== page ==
Horses don’t make good designers.

Today as usual we had another inspirational talk for our Change By Design module, to open the morning of lectures we had a fellow DJCAD student, Douglas Kinnear, talk about his experience as an undergraduate design student specialising in jewelry. From the off he was a likable character who seemed moderately comfortable talking to a crowd of tired students first thing on a Friday morning.

He began talking about his expectations starting at the uni from doing and HND in art and Design at College, he describes his focus as having ‘blinkers’ on. This i could definitely relate to with past experiences at other institutions, confusing tunnel/narrow vision with determination and ambition while missing the big picture. After several years of dotting around various schools and different teaching styles as well as gaining and impressive pile of rejection letters from art schools across the country -I entered this course as open mindedly as I possible could. Almost will to take anything that came at me even if it wasn’t what I wanted to do, just to get somewhere in education, almost settling for Textiles over fashion. If anything I have learned over the last few weeks of the course it is that at this fantastic design school the course and what you study is what you make of it! Which I think is the point Douglas was trying to get across.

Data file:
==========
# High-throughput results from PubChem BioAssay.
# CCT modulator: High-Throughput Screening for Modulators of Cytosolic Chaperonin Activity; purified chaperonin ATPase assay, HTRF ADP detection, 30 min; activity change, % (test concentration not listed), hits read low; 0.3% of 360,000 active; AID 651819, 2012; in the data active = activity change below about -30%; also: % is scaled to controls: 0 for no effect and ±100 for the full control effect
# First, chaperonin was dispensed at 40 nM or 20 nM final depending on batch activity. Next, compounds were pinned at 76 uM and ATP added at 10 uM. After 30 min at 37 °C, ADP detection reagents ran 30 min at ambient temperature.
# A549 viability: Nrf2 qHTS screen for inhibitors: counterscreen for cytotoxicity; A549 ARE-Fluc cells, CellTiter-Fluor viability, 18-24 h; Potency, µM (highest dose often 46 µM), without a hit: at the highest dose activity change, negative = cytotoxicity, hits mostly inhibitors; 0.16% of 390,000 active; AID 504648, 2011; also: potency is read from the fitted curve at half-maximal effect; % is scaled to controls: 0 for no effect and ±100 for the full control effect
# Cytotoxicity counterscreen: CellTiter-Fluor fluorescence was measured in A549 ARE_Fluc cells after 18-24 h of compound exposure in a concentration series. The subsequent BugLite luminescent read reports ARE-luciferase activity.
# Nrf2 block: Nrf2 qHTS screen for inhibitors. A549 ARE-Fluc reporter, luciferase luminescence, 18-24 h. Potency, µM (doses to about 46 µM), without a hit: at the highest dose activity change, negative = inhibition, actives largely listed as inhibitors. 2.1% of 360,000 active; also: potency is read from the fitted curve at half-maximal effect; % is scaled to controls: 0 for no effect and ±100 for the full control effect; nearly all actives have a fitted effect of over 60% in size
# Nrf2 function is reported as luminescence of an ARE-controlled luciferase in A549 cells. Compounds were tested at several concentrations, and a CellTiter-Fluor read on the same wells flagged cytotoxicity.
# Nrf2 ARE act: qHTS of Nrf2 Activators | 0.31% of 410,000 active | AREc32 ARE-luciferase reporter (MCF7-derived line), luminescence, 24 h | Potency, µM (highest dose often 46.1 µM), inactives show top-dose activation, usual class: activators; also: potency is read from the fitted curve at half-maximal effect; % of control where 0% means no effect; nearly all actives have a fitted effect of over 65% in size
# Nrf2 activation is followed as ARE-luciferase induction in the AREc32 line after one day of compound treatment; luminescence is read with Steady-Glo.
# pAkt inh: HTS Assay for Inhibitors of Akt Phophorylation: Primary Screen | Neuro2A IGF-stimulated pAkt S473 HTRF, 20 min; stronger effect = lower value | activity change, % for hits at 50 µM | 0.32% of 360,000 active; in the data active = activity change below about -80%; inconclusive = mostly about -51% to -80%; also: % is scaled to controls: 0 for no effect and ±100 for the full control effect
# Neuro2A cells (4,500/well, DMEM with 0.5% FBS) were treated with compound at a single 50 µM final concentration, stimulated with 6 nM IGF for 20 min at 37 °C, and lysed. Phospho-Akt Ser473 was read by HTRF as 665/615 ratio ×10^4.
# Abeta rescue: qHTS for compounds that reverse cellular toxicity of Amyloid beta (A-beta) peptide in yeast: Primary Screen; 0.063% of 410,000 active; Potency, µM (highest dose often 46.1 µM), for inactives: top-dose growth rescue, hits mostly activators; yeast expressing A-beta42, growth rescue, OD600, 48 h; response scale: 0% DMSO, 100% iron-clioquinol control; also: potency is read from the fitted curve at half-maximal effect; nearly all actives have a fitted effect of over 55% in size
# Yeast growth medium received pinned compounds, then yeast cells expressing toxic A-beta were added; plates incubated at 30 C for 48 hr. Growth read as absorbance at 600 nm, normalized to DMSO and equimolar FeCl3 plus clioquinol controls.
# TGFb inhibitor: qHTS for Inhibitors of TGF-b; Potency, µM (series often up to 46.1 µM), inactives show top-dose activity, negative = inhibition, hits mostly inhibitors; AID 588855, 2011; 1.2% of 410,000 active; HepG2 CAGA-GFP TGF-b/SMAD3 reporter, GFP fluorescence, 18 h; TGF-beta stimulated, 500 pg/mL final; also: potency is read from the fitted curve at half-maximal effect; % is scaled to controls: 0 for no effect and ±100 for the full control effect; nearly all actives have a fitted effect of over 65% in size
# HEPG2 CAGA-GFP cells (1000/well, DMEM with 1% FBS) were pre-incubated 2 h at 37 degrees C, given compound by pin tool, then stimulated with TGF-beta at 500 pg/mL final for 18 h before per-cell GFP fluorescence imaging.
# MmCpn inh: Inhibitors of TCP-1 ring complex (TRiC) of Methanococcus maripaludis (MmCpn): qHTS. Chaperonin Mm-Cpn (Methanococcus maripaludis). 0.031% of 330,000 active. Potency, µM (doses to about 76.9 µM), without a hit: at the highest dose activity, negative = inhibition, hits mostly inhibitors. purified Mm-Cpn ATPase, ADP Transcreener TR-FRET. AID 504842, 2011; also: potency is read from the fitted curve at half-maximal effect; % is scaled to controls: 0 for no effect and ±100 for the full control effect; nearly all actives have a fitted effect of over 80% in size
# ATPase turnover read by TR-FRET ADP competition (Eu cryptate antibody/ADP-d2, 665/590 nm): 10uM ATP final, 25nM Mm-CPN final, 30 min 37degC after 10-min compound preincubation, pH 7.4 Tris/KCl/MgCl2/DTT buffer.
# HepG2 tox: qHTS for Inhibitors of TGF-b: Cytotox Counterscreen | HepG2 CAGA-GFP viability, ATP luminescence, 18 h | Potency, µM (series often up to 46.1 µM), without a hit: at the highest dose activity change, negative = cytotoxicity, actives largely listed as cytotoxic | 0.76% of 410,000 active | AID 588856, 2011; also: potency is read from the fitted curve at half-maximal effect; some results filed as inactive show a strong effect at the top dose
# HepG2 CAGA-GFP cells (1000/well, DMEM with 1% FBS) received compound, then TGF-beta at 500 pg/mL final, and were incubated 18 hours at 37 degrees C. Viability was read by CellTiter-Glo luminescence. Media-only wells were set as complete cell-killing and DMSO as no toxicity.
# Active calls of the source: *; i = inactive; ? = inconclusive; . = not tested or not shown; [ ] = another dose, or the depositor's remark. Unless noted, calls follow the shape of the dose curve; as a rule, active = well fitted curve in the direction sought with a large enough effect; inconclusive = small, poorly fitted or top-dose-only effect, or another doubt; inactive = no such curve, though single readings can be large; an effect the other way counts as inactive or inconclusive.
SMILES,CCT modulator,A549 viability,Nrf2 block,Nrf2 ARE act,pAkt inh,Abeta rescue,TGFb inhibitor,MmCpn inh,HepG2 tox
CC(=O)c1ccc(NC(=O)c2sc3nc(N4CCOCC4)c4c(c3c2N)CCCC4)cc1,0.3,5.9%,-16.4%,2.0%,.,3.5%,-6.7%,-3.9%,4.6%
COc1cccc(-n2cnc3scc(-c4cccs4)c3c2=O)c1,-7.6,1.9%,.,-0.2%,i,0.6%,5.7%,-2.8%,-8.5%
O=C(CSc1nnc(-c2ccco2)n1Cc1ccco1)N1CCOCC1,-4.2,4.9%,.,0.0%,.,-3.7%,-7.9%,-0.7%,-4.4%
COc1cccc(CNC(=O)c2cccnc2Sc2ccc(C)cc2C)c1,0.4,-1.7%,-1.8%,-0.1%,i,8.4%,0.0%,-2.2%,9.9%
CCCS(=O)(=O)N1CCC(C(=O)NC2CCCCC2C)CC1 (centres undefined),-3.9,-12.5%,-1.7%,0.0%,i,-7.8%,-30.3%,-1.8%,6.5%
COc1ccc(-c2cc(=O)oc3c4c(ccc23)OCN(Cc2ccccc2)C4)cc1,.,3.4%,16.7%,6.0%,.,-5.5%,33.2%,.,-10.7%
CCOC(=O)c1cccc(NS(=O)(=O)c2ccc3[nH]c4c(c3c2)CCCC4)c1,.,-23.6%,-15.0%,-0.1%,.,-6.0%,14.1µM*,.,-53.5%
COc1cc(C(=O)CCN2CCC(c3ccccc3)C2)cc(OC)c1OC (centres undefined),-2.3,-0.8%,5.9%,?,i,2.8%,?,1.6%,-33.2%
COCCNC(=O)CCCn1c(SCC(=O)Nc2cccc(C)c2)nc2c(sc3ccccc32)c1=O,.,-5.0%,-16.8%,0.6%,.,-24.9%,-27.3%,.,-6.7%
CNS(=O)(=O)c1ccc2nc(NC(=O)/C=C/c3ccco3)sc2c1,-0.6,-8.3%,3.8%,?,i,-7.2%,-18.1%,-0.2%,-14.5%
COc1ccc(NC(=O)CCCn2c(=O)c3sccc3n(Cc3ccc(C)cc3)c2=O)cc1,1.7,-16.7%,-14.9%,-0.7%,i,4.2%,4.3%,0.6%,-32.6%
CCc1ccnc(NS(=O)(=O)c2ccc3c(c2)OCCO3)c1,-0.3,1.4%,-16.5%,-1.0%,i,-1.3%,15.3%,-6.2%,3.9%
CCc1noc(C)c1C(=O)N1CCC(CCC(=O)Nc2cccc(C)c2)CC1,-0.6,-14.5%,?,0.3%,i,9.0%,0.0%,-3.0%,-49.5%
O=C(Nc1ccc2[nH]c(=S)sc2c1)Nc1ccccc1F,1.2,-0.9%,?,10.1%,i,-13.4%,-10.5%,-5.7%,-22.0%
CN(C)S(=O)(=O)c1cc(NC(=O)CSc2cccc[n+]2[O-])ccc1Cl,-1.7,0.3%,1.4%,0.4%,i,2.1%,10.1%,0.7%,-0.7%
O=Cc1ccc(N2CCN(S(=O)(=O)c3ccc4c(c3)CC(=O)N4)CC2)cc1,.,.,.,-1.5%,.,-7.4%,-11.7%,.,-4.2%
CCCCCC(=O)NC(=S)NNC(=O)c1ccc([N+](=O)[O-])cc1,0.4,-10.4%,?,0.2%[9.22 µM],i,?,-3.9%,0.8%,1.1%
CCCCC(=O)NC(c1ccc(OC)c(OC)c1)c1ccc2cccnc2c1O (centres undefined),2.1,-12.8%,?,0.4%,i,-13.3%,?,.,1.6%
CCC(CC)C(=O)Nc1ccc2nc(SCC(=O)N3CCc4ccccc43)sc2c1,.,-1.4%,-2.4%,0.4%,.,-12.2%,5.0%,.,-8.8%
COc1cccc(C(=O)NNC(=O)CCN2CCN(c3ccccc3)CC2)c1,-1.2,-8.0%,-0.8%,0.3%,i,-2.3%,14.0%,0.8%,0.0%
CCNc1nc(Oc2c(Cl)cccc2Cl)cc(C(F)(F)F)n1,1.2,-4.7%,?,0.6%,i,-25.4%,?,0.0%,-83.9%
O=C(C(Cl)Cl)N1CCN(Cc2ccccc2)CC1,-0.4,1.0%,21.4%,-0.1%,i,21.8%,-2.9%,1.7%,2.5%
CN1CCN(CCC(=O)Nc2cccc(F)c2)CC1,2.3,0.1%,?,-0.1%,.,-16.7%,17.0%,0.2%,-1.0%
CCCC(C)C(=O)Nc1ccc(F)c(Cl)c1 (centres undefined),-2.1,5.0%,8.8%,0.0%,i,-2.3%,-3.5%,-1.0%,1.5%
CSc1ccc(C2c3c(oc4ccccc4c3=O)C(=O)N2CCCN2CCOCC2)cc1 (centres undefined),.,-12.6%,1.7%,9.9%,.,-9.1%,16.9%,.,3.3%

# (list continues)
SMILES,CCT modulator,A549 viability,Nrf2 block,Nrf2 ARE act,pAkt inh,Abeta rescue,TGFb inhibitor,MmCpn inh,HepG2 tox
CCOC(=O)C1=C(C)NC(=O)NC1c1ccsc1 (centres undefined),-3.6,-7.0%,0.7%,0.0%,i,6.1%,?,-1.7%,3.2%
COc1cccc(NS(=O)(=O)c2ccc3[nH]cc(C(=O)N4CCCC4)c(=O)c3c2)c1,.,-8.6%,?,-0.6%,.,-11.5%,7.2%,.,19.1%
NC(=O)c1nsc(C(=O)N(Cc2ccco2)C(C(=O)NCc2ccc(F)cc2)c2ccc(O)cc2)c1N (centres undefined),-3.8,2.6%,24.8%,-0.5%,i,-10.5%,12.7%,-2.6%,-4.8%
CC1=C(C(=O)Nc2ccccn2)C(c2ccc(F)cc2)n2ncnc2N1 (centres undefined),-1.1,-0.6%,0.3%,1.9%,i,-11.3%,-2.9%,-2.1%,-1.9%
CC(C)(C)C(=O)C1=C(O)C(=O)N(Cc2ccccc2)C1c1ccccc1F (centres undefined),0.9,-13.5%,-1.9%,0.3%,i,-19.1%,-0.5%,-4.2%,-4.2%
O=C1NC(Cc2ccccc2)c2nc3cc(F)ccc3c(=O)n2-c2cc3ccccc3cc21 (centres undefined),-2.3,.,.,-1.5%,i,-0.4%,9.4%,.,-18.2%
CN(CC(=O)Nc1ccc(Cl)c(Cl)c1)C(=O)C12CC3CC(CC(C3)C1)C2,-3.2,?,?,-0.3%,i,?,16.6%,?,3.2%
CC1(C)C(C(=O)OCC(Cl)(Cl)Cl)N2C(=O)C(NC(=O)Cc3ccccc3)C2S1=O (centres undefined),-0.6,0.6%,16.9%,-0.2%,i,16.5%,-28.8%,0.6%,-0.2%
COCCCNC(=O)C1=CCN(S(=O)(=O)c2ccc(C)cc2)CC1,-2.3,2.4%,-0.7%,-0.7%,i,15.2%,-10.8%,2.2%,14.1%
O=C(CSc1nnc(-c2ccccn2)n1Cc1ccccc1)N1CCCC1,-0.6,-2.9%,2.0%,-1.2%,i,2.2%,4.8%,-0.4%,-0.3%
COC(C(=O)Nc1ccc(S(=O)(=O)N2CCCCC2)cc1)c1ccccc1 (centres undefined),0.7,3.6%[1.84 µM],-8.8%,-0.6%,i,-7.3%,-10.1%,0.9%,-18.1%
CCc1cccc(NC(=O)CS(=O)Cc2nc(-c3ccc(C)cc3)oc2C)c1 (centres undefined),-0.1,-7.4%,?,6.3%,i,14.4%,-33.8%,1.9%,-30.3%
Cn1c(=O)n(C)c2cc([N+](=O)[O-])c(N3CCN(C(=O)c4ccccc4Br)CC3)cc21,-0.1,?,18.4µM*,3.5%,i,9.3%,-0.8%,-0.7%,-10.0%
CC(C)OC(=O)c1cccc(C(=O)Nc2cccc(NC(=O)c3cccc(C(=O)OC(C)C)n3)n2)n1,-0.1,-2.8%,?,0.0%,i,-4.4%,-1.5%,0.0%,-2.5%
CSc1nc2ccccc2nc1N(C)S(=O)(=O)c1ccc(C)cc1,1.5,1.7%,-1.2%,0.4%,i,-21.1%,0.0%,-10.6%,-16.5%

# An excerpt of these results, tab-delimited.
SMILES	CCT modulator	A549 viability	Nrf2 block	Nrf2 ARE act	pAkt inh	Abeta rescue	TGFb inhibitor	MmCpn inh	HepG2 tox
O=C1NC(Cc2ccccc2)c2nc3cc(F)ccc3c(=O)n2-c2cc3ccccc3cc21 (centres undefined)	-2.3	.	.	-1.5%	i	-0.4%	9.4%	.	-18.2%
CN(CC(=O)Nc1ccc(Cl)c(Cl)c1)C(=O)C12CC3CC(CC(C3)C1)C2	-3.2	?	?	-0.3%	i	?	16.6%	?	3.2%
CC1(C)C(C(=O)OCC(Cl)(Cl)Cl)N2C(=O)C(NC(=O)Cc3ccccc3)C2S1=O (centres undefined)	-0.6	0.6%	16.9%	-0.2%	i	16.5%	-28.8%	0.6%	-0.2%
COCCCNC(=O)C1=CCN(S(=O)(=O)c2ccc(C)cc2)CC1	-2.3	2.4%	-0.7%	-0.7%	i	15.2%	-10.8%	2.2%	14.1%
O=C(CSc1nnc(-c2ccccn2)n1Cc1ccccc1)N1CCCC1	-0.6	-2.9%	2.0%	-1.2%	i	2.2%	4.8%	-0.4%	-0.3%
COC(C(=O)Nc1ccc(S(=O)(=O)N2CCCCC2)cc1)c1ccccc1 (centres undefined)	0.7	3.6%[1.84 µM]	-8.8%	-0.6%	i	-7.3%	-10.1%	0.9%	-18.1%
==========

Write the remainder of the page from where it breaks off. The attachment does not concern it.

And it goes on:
Douglas continued to talk about his ‘hallelujah’ moments when he realised not everything had to be strictly jewelry to relate to his craft. For his fourth year project he began working on the concept of medicinal jewelry: Something which would distribute medication while not looking like something which would instantly have a stigma attached ‘oh, what’s wrong with that person’. He began to see the wood for the trees so to speak, that design was about everything and anything around us which inspires us that can be changed for the better or taking an existing product/idea and using it in a different way to create something completely new.

His main point throughout his short talk was how to appreciate what we are being taught and to ‘absorb’ ALL the information given to us, not filtering out what we believe to be irrelevant to our chosen specialism. See everything as being relevant.

Be a sponge – Not a horse.

www.dougiekinnear.com

More notes from Friday to follow, there is a lot which has to be said reflecting on professor Mike Press’ excellent and awe-inspiring lecture.

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